I blogged yesterday about why I think women-only exercise hours at a Harvard pool don't violate Massachusetts law. I'm inclined to also think that they don't violate Title IX, because they don't deal with discrimination in educational activities. It's not clear whether an accompanying requirement that the attendants working at the pool during those hours be women would violate employment discrimination law; that turns on whether sex is a bona fide occupational qualification in that kind of situation, a matter that is not certain.
But I want to briefly touch on the broader policy questions: Should it be illegal for various organizations — whether health clubs generally or exercise facilities at universities — to provide single-sex exercise facilities? I'm inclined to say the answer is no.
1. To begin with, antidiscrimination law, especially as applied to nongovernmental entities, imposes substantial governmentally coerced burdens on liberty and choice, both of businesses (and similar nonbusiness entities) and of would-be patrons. In this kind of situation, the burden is chiefly on those people (men and women) who prefer single-sex exercise over mixed-sex exercise. That's a serious cost of any such law. This cost may be outweighed by various benefits, but we shouldn't forget the cost, nor just categorically assume that nondiscrimination based on various attributes must inherently be the rule everywhere.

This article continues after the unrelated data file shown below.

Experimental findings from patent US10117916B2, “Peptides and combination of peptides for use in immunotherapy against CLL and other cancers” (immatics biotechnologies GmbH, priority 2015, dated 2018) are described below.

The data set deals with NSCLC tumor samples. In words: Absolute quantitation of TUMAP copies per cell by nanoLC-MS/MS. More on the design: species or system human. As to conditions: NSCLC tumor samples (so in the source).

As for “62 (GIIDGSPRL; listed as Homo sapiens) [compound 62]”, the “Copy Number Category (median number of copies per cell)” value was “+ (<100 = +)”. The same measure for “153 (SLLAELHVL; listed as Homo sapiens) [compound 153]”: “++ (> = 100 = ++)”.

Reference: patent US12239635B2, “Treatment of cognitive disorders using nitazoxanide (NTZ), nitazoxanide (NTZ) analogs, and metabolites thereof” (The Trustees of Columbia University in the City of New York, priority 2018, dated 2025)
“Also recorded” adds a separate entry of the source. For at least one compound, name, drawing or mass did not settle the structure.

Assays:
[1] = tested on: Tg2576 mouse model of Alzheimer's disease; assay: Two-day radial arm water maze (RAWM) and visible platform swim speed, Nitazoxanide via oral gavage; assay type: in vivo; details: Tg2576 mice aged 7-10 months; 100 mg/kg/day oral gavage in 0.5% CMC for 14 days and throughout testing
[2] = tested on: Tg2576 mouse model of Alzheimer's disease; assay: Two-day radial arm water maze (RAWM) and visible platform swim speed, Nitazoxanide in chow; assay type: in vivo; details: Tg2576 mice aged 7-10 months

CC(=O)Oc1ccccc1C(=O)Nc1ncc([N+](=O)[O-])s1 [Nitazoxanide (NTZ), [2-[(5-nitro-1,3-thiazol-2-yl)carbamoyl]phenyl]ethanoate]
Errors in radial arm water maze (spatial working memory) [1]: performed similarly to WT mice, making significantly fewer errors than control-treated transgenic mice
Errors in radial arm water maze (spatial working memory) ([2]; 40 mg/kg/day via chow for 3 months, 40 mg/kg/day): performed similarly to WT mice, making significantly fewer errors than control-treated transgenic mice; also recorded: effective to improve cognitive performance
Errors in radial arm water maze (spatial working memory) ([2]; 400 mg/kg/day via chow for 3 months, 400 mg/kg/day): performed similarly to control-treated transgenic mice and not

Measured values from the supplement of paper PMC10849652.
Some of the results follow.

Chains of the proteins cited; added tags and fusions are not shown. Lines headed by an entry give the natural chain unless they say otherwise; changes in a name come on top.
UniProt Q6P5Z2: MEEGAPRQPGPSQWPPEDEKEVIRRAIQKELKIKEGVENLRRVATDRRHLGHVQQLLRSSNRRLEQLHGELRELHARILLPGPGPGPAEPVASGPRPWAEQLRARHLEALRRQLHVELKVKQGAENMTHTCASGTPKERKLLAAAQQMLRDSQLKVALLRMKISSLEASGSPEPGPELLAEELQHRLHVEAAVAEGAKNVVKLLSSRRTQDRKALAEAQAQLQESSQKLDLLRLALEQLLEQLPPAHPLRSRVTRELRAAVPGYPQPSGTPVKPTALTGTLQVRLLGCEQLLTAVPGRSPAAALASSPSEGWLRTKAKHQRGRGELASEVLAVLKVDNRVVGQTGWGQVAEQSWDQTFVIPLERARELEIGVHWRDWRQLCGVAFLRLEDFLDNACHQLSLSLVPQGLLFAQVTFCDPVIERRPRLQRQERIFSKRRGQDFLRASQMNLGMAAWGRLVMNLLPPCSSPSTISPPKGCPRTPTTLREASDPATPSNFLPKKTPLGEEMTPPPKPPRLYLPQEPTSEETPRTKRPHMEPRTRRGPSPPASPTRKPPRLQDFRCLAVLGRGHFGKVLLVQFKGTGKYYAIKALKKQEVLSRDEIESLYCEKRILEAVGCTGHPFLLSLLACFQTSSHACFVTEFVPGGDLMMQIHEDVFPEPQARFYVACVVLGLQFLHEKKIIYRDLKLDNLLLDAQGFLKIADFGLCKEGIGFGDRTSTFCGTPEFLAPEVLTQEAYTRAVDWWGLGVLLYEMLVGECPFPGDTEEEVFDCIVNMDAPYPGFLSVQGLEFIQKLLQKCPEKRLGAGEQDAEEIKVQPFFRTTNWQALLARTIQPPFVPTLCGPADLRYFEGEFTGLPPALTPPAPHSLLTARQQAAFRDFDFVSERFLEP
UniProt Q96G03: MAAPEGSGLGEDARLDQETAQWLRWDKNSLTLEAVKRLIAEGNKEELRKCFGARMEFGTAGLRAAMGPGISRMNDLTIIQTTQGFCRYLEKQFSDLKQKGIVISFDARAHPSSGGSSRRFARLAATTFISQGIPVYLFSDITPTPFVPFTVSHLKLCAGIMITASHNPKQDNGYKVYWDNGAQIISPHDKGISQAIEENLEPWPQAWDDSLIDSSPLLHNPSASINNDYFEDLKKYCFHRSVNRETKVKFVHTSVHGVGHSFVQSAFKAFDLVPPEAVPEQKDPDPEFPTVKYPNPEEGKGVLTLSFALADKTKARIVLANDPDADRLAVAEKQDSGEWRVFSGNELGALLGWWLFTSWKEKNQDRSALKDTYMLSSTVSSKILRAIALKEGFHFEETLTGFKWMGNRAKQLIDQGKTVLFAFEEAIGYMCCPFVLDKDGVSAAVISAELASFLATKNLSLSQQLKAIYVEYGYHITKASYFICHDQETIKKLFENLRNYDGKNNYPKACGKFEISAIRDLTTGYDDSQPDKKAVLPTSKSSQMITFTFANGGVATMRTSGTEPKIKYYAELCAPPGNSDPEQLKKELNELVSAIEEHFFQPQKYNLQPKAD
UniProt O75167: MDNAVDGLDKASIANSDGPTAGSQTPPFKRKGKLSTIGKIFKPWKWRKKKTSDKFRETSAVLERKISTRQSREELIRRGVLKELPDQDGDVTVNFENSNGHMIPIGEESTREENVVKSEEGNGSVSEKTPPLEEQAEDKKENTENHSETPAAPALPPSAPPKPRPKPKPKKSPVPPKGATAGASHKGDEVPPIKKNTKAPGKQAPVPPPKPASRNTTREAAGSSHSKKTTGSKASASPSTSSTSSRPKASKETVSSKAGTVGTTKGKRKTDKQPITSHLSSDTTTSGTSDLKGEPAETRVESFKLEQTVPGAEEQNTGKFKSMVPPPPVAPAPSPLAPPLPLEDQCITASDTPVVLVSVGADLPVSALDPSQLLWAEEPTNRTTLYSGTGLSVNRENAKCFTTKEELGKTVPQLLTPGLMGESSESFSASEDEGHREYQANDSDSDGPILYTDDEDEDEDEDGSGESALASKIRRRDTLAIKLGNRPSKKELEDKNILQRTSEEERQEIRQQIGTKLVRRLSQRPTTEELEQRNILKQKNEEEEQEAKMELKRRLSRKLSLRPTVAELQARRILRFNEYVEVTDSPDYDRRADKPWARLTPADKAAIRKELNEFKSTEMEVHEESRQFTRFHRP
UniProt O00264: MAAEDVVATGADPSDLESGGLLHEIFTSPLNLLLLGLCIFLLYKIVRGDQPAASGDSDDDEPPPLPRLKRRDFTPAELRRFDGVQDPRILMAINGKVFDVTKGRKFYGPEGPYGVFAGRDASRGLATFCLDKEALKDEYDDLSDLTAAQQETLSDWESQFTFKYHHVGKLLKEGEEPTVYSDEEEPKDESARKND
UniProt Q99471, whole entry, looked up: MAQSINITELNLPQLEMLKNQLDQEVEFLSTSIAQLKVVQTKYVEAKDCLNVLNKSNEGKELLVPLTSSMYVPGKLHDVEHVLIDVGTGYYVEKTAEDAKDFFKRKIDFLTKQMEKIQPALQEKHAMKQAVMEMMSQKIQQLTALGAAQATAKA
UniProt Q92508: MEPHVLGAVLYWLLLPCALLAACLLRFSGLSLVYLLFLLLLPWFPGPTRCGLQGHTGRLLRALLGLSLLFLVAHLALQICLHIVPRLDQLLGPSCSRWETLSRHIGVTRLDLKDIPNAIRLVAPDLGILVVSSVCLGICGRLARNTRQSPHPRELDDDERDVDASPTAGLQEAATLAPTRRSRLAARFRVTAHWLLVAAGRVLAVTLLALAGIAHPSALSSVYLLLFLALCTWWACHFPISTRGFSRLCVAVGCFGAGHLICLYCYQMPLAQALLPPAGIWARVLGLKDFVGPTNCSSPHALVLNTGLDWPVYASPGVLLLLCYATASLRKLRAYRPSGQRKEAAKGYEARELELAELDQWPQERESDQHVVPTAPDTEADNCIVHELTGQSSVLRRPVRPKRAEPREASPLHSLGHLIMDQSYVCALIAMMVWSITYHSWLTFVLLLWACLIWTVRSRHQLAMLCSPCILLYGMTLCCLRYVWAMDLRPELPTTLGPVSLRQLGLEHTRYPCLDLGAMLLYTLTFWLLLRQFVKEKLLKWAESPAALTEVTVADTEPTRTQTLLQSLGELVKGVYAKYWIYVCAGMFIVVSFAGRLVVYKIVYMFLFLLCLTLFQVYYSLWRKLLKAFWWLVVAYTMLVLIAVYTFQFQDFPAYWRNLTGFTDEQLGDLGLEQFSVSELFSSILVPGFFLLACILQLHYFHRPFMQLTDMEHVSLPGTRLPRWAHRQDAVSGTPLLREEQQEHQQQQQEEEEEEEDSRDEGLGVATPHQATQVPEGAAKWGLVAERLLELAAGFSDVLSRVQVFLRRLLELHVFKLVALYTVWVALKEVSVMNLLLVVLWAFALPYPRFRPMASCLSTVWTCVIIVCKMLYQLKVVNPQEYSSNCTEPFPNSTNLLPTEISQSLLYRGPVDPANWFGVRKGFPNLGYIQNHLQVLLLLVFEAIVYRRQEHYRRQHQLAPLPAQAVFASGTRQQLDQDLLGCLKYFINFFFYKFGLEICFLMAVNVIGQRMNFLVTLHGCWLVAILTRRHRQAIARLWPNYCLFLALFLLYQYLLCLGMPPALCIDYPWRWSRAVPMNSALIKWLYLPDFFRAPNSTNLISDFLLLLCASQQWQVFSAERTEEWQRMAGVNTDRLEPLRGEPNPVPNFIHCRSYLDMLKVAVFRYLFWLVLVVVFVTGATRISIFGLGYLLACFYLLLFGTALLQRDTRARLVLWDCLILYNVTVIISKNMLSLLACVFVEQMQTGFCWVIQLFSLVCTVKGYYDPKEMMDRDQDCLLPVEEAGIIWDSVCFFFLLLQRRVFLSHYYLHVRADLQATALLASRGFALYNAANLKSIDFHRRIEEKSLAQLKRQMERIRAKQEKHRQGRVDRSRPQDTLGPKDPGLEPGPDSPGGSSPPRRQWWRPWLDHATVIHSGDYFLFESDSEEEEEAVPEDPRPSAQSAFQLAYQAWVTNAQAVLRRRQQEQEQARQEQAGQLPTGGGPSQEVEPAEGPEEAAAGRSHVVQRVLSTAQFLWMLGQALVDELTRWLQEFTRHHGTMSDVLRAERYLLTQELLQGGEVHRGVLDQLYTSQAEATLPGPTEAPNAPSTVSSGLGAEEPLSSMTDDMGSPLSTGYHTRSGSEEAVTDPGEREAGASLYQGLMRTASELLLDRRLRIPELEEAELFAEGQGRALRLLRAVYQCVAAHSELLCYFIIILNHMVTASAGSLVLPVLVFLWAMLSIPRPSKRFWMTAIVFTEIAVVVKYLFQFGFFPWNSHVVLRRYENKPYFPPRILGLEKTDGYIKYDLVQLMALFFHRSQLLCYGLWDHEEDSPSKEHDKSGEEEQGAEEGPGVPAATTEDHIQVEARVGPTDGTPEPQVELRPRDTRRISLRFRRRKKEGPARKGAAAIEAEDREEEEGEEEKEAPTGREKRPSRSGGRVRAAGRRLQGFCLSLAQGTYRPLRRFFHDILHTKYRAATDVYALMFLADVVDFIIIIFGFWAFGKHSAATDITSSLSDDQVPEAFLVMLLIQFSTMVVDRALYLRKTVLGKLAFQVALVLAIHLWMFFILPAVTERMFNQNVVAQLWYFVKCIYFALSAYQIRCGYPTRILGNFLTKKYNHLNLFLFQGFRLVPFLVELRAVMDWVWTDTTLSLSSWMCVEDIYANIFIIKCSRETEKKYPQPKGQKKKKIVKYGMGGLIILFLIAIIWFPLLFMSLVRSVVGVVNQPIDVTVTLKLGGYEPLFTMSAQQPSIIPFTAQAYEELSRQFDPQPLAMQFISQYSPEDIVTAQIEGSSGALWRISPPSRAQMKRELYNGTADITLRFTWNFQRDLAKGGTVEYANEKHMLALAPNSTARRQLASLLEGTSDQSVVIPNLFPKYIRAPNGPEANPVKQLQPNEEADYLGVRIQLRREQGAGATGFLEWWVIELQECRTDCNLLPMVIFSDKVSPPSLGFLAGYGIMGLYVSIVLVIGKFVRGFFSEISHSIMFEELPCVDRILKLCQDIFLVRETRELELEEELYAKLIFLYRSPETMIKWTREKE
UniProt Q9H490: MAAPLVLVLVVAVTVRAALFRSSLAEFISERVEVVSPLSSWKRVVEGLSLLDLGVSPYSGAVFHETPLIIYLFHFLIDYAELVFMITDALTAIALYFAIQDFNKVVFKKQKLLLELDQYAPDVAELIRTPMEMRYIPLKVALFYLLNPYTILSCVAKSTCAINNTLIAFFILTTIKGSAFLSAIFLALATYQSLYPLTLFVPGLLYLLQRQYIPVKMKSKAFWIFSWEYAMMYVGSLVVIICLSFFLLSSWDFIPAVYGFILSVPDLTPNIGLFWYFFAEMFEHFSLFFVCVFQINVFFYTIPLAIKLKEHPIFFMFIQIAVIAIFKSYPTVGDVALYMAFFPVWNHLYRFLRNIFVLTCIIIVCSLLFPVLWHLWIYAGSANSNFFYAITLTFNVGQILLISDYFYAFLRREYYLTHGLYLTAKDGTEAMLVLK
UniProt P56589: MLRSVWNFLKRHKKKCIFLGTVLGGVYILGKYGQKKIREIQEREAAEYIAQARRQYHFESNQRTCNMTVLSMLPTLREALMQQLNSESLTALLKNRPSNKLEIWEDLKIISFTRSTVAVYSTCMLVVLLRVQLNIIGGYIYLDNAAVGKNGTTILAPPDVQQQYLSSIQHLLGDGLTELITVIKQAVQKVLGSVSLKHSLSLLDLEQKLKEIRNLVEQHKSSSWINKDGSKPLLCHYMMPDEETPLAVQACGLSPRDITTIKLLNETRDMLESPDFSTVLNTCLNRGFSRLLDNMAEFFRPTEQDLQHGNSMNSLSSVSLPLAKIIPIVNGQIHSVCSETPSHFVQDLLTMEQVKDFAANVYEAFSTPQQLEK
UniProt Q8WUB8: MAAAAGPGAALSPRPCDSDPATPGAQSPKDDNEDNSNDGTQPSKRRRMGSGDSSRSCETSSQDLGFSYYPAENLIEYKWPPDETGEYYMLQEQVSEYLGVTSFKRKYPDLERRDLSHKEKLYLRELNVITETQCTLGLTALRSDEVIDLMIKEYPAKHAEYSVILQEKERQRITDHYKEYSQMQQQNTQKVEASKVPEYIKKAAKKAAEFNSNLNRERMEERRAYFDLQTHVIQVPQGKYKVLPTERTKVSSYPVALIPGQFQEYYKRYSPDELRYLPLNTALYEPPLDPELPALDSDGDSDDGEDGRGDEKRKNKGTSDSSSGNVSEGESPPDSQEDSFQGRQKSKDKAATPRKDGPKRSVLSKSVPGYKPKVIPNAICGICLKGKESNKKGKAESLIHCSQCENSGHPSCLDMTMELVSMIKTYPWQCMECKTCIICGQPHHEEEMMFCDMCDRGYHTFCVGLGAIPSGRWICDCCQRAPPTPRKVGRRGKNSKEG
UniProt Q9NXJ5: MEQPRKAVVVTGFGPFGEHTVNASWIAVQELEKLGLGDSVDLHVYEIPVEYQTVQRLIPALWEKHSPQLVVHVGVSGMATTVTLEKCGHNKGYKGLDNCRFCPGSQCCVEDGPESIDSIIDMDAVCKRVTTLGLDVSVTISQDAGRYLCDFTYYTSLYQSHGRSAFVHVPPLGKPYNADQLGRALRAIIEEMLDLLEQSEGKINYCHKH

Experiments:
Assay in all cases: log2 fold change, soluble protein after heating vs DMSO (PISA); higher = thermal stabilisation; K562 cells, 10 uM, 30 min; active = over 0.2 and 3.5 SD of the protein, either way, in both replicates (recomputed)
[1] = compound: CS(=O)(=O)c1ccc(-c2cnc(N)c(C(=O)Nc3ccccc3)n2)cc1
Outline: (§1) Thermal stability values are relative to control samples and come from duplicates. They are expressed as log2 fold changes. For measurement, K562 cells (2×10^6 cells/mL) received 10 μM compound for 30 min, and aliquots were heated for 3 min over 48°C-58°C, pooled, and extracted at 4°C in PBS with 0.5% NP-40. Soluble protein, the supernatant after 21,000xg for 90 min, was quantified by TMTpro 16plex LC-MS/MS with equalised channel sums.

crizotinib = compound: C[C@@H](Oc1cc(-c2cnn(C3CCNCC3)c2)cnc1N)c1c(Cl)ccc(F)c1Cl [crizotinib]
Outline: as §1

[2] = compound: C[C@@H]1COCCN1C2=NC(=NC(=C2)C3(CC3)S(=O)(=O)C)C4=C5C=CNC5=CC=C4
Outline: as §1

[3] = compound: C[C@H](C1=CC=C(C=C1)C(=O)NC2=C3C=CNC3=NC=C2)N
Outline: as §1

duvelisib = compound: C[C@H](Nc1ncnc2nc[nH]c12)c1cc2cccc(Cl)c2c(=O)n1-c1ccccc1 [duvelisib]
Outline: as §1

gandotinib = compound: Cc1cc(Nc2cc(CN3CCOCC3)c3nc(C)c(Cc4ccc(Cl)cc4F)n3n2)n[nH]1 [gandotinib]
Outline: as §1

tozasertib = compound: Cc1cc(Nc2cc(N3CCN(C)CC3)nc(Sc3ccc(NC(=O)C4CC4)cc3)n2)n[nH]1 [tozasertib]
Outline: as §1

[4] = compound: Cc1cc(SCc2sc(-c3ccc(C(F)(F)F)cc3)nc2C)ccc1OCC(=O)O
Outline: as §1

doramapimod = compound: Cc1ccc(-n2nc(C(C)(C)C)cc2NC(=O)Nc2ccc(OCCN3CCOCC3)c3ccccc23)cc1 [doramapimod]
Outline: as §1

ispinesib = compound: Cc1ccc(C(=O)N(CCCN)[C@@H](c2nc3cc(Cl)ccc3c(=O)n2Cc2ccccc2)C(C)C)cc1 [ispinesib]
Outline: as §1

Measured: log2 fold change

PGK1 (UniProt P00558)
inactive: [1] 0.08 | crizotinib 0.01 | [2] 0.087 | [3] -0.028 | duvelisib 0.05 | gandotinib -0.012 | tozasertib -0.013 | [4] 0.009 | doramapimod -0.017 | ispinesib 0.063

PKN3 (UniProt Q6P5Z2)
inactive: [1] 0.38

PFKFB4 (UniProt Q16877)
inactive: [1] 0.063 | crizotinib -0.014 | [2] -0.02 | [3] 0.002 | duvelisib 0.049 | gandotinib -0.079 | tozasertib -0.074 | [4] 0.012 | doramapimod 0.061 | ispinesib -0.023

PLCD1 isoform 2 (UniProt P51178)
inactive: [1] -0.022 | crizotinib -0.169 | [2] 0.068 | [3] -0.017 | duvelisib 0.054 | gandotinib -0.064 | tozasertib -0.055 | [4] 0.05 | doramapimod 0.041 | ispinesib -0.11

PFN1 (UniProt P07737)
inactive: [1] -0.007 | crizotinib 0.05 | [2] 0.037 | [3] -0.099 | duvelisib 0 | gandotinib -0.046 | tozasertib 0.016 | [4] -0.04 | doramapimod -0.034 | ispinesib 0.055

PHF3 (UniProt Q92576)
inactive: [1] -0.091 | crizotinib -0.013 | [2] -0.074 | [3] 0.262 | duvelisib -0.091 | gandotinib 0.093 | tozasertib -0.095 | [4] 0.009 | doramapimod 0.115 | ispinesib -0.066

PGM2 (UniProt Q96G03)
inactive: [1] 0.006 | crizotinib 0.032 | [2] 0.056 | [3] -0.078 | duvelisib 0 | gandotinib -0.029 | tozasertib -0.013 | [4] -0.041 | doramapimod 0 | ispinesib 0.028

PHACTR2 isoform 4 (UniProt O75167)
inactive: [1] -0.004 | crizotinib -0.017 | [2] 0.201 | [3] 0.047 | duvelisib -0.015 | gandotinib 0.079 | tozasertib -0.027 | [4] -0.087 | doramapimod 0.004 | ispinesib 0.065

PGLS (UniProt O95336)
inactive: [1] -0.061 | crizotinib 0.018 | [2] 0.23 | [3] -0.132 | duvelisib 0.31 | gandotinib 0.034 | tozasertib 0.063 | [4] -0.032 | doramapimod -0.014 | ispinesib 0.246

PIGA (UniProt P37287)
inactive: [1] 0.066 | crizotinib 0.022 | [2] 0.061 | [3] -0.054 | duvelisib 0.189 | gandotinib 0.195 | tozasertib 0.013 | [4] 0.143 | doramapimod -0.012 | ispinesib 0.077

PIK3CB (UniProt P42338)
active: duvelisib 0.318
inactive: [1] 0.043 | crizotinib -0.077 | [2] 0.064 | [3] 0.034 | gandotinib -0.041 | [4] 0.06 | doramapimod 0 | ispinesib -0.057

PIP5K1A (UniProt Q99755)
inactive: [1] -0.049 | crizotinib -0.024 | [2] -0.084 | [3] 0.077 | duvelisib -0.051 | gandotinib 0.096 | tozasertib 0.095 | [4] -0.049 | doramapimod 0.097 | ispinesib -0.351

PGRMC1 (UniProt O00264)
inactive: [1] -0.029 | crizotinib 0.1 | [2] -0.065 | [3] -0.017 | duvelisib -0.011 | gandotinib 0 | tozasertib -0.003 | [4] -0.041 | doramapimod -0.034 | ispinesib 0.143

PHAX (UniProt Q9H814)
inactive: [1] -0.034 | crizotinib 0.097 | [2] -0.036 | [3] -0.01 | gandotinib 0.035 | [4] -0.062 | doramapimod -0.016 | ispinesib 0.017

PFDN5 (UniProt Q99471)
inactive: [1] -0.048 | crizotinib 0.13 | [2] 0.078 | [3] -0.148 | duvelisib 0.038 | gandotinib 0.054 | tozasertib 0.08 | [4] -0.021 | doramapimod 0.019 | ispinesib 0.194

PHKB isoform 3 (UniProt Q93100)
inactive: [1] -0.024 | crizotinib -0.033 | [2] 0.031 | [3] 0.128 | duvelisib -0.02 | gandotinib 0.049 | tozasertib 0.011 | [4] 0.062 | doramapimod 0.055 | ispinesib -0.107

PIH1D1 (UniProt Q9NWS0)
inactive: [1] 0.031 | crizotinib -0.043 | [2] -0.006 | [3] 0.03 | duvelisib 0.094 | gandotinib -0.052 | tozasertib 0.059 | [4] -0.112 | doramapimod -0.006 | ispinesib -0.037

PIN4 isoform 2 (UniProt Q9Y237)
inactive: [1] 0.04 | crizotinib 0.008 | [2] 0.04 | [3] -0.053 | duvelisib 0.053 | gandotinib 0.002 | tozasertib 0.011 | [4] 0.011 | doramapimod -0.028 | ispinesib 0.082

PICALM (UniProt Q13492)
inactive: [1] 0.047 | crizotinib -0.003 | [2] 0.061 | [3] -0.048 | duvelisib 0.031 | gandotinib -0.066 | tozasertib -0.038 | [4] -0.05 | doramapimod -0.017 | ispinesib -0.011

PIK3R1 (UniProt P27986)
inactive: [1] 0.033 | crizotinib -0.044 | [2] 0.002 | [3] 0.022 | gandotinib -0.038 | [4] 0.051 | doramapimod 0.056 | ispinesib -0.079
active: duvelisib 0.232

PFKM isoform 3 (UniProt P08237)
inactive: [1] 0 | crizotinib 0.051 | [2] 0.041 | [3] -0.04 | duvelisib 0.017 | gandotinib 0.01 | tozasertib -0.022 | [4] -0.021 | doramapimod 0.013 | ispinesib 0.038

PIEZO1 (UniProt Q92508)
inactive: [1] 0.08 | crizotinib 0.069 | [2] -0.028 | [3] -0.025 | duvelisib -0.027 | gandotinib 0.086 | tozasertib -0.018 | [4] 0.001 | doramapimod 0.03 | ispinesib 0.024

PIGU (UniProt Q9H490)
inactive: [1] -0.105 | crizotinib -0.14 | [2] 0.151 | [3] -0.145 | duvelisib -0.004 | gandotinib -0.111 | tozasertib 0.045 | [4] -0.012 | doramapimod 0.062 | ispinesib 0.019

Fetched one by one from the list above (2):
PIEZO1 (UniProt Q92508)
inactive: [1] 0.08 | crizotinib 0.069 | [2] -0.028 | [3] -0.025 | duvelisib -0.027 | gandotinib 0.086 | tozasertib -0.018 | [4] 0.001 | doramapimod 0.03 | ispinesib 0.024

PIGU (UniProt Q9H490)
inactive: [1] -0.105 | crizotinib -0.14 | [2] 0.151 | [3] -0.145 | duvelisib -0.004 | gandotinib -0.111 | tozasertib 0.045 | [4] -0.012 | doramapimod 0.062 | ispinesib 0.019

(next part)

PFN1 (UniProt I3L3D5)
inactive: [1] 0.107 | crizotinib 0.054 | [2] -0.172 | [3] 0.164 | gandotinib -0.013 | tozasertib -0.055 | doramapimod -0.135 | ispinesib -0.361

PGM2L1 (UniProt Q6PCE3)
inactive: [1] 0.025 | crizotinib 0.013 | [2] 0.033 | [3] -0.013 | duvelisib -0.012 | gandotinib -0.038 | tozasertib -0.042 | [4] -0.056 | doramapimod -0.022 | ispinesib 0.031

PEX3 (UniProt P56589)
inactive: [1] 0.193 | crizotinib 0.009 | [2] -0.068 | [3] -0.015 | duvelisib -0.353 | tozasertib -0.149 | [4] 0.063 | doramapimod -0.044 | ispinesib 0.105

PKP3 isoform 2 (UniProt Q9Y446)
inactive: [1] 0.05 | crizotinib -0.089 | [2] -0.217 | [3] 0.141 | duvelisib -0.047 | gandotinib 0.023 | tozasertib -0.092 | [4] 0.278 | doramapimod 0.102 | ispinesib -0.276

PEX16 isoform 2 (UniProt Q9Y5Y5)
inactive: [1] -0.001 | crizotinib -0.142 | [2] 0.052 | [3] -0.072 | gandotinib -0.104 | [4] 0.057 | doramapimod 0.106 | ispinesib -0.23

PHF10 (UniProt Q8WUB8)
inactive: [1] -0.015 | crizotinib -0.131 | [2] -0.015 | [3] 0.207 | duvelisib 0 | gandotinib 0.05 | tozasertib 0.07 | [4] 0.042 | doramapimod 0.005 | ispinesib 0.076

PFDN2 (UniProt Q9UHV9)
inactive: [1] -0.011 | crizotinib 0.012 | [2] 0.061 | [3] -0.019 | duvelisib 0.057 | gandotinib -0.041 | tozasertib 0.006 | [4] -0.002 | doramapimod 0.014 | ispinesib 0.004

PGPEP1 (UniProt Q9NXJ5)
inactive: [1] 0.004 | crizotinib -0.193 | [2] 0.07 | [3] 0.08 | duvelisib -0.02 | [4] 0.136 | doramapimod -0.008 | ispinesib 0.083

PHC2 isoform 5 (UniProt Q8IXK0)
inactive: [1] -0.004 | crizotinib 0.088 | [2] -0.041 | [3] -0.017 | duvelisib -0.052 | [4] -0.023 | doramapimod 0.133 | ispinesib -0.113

2. In particular, I think the case for banning sex discrimination in places of public accommodation is fairly weak. Such discrimination rarely has major effects on people's lives, economic opportunities, educational options, and the like. Federal public accommodations law doesn't ban sex discrimination; state laws in Kentucky, South Carolina, and possibly Nevada (plus likely other places — I just took a quick look) don't, either. Whatever problems men or women may face in those states, I doubt that they stem from rampant discrimination in public accommodations based on sex.